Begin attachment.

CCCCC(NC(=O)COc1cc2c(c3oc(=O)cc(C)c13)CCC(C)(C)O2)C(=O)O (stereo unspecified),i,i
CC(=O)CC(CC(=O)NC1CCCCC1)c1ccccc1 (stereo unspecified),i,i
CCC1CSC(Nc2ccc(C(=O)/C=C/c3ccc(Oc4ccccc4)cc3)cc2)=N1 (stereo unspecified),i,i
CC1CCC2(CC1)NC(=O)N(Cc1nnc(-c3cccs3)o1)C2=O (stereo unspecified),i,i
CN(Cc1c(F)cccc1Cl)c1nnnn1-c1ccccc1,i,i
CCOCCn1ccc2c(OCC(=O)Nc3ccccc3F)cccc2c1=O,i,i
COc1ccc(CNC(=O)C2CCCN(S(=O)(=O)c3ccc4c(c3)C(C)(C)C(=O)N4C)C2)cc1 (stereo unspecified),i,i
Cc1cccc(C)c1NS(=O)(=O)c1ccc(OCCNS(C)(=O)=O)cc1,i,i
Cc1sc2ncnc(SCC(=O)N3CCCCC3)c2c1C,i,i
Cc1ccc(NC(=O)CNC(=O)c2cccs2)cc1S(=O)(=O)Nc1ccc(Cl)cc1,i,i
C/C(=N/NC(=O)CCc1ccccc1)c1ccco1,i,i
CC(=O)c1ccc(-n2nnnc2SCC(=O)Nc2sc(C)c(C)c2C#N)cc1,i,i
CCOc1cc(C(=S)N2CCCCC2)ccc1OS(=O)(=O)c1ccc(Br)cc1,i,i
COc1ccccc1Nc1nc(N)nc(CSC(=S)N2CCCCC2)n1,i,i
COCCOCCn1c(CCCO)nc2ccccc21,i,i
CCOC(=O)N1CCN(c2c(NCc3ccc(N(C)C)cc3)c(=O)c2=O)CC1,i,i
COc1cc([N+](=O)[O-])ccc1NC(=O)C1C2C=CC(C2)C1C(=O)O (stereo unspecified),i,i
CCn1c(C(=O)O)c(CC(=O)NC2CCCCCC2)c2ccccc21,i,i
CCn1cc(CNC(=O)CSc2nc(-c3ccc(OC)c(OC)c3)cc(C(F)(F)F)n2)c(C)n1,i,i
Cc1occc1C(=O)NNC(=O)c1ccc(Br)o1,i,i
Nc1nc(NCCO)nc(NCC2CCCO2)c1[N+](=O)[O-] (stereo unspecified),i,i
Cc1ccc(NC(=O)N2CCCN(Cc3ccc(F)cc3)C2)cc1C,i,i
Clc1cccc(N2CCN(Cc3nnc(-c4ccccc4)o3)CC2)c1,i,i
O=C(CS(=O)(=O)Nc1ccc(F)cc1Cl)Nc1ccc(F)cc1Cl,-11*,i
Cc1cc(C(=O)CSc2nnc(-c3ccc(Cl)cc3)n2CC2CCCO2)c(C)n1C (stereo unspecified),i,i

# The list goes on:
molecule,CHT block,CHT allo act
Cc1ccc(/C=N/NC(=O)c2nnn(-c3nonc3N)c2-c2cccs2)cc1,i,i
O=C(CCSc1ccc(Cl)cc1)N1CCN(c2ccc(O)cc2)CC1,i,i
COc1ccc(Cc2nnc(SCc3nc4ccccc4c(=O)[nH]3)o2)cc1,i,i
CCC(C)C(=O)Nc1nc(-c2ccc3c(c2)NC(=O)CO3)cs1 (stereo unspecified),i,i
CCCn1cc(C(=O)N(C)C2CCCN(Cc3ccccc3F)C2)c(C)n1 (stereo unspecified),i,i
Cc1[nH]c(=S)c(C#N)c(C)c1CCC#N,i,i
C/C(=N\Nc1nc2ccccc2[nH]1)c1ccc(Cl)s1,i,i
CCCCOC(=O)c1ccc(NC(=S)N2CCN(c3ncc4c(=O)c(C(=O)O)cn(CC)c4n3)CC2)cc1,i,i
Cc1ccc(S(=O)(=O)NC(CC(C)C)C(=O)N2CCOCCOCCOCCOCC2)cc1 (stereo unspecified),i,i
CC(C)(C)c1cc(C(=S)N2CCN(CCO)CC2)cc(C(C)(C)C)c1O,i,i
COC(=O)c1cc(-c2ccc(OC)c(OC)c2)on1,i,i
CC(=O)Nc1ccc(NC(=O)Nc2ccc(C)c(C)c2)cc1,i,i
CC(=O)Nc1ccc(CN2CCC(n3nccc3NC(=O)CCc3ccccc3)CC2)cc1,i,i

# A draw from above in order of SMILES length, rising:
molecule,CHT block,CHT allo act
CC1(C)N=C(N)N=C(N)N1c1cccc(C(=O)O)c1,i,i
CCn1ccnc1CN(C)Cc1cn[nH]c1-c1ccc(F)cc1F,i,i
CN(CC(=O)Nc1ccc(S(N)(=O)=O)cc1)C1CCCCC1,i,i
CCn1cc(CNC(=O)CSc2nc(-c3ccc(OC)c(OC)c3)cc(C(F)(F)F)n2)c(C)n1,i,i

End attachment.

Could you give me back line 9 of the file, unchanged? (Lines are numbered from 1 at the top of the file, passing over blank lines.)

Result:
Cc1sc2ncnc(SCC(=O)N3CCCCC3)c2c1C,i,i